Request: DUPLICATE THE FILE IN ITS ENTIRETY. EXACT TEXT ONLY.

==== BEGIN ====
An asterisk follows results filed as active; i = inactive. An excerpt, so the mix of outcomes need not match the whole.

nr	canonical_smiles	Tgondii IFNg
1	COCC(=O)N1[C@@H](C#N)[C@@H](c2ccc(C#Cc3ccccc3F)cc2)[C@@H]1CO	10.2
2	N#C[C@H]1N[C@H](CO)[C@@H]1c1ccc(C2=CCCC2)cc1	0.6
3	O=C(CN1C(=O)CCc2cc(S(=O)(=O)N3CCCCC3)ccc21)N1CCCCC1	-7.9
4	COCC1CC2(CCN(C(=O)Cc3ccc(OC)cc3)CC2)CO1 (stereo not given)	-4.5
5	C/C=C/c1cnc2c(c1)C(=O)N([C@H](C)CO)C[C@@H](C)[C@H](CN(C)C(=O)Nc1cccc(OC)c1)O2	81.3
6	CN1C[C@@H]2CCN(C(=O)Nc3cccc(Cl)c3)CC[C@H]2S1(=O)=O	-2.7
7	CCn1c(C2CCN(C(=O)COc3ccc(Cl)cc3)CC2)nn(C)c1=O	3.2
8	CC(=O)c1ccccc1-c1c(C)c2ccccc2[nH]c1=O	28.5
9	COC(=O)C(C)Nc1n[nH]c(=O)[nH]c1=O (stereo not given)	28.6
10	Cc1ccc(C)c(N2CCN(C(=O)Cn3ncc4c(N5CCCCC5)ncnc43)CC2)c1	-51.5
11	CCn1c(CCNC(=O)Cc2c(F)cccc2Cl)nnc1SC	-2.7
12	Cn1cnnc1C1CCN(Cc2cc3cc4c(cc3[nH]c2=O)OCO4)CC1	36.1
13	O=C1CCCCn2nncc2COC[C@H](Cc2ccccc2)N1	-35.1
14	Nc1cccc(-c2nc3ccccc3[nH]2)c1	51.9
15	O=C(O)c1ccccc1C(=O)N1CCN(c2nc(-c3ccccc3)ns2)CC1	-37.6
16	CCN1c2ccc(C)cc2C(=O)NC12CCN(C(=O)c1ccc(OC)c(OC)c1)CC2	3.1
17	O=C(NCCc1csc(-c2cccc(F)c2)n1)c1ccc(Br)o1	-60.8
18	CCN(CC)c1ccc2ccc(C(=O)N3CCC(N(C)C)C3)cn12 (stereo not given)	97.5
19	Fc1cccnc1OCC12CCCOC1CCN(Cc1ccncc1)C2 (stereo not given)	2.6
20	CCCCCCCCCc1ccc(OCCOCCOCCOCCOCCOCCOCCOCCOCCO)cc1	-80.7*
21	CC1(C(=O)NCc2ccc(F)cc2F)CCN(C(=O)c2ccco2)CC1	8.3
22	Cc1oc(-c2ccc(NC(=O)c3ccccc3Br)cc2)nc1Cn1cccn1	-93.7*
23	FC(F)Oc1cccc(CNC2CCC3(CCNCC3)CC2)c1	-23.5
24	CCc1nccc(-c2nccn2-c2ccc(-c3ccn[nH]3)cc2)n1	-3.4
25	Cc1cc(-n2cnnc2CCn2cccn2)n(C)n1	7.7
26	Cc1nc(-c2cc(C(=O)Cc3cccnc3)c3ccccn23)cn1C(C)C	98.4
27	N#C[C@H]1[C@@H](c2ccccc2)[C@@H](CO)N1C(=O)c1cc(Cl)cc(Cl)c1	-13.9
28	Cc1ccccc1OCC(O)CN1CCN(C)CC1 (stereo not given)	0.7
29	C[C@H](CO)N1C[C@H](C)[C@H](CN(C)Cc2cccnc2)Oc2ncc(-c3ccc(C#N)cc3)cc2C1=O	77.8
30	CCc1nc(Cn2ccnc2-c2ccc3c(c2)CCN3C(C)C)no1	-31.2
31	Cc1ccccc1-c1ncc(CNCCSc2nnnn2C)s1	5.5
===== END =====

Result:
An asterisk follows results filed as active; i = inactive. An excerpt, so the mix of outcomes need not match the whole.

nr	canonical_smiles	Tgondii IFNg
1	COCC(=O)N1[C@@H](C#N)[C@@H](c2ccc(C#Cc3ccccc3F)cc2)[C@@H]1CO	10.2
2	N#C[C@H]1N[C@H](CO)[C@@H]1c1ccc(C2=CCCC2)cc1	0.6
3	O=C(CN1C(=O)CCc2cc(S(=O)(=O)N3CCCCC3)ccc21)N1CCCCC1	-7.9
4	COCC1CC2(CCN(C(=O)Cc3ccc(OC)cc3)CC2)CO1 (stereo not given)	-4.5
5	C/C=C/c1cnc2c(c1)C(=O)N([C@H](C)CO)C[C@@H](C)[C@H](CN(C)C(=O)Nc1cccc(OC)c1)O2	81.3
6	CN1C[C@@H]2CCN(C(=O)Nc3cccc(Cl)c3)CC[C@H]2S1(=O)=O	-2.7
7	CCn1c(C2CCN(C(=O)COc3ccc(Cl)cc3)CC2)nn(C)c1=O	3.2
8	CC(=O)c1ccccc1-c1c(C)c2ccccc2[nH]c1=O	28.5
9	COC(=O)C(C)Nc1n[nH]c(=O)[nH]c1=O (stereo not given)	28.6
10	Cc1ccc(C)c(N2CCN(C(=O)Cn3ncc4c(N5CCCCC5)ncnc43)CC2)c1	-51.5
11	CCn1c(CCNC(=O)Cc2c(F)cccc2Cl)nnc1SC	-2.7
12	Cn1cnnc1C1CCN(Cc2cc3cc4c(cc3[nH]c2=O)OCO4)CC1	36.1
13	O=C1CCCCn2nncc2COC[C@H](Cc2ccccc2)N1	-35.1
14	Nc1cccc(-c2nc3ccccc3[nH]2)c1	51.9
15	O=C(O)c1ccccc1C(=O)N1CCN(c2nc(-c3ccccc3)ns2)CC1	-37.6
16	CCN1c2ccc(C)cc2C(=O)NC12CCN(C(=O)c1ccc(OC)c(OC)c1)CC2	3.1
17	O=C(NCCc1csc(-c2cccc(F)c2)n1)c1ccc(Br)o1	-60.8
18	CCN(CC)c1ccc2ccc(C(=O)N3CCC(N(C)C)C3)cn12 (stereo not given)	97.5
19	Fc1cccnc1OCC12CCCOC1CCN(Cc1ccncc1)C2 (stereo not given)	2.6
20	CCCCCCCCCc1ccc(OCCOCCOCCOCCOCCOCCOCCOCCOCCO)cc1	-80.7*
21	CC1(C(=O)NCc2ccc(F)cc2F)CCN(C(=O)c2ccco2)CC1	8.3
22	Cc1oc(-c2ccc(NC(=O)c3ccccc3Br)cc2)nc1Cn1cccn1	-93.7*
23	FC(F)Oc1cccc(CNC2CCC3(CCNCC3)CC2)c1	-23.5
24	CCc1nccc(-c2nccn2-c2ccc(-c3ccn[nH]3)cc2)n1	-3.4
25	Cc1cc(-n2cnnc2CCn2cccn2)n(C)n1	7.7
26	Cc1nc(-c2cc(C(=O)Cc3cccnc3)c3ccccn23)cn1C(C)C	98.4
27	N#C[C@H]1[C@@H](c2ccccc2)[C@@H](CO)N1C(=O)c1cc(Cl)cc(Cl)c1	-13.9
28	Cc1ccccc1OCC(O)CN1CCN(C)CC1 (stereo not given)	0.7
29	C[C@H](CO)N1C[C@H](C)[C@H](CN(C)Cc2cccnc2)Oc2ncc(-c3ccc(C#N)cc3)cc2C1=O	77.8
30	CCc1nc(Cn2ccnc2-c2ccc3c(c2)CCN3C(C)C)no1	-31.2
31	Cc1ccccc1-c1ncc(CNCCSc2nnnn2C)s1	5.5